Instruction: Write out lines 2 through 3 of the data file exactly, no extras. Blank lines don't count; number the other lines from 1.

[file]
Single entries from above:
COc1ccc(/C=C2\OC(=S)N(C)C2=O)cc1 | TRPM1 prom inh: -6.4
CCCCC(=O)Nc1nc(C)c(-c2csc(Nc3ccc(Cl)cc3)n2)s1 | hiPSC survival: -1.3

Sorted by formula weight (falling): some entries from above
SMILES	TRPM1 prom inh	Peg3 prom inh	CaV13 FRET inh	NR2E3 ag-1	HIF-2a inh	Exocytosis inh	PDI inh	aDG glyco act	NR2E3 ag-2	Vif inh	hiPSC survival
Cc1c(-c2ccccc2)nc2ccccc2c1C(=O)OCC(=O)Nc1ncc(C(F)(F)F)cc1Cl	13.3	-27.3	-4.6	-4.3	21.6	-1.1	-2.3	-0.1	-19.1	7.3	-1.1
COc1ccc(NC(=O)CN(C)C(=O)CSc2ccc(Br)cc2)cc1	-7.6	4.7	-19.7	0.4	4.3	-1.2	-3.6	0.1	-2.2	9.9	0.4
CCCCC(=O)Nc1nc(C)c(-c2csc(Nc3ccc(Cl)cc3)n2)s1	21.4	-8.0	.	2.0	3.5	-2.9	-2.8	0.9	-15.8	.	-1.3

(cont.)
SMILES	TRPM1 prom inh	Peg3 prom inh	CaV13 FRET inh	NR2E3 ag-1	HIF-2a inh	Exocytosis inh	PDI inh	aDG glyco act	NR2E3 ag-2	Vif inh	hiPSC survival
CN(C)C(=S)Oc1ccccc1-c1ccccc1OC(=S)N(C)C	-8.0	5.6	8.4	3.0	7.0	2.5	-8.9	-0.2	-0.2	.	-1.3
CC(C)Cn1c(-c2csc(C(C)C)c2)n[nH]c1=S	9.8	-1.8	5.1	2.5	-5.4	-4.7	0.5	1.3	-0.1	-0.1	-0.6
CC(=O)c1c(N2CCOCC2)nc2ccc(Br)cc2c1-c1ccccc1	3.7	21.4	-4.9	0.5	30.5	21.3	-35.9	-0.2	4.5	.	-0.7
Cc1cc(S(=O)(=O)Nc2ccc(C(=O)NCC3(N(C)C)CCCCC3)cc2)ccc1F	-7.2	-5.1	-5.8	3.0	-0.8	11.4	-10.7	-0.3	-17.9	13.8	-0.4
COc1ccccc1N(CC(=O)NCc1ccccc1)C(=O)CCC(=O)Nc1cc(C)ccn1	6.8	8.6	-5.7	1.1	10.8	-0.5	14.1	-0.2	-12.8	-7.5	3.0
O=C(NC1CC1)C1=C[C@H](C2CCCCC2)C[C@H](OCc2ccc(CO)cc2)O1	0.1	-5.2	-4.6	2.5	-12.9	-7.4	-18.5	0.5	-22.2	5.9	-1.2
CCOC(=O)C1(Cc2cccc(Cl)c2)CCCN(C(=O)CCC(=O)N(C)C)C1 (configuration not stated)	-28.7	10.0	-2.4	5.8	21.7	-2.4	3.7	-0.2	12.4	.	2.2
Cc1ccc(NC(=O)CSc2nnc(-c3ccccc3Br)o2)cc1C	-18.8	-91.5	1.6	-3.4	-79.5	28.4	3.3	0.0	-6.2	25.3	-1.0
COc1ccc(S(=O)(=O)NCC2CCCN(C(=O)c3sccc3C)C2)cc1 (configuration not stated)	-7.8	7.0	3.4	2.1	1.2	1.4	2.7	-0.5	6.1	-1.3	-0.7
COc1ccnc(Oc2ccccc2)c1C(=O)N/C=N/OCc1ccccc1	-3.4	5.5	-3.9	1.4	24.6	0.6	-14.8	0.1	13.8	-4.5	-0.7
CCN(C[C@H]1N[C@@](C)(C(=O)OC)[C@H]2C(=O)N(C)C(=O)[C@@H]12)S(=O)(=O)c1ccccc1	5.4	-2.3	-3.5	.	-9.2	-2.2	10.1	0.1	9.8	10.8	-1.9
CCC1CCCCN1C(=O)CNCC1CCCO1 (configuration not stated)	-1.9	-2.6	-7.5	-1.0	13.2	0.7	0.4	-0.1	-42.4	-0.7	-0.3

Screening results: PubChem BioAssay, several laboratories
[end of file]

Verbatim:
COc1ccc(/C=C2\OC(=S)N(C)C2=O)cc1 | TRPM1 prom inh: -6.4
CCCCC(=O)Nc1nc(C)c(-c2csc(Nc3ccc(Cl)cc3)n2)s1 | hiPSC survival: -1.3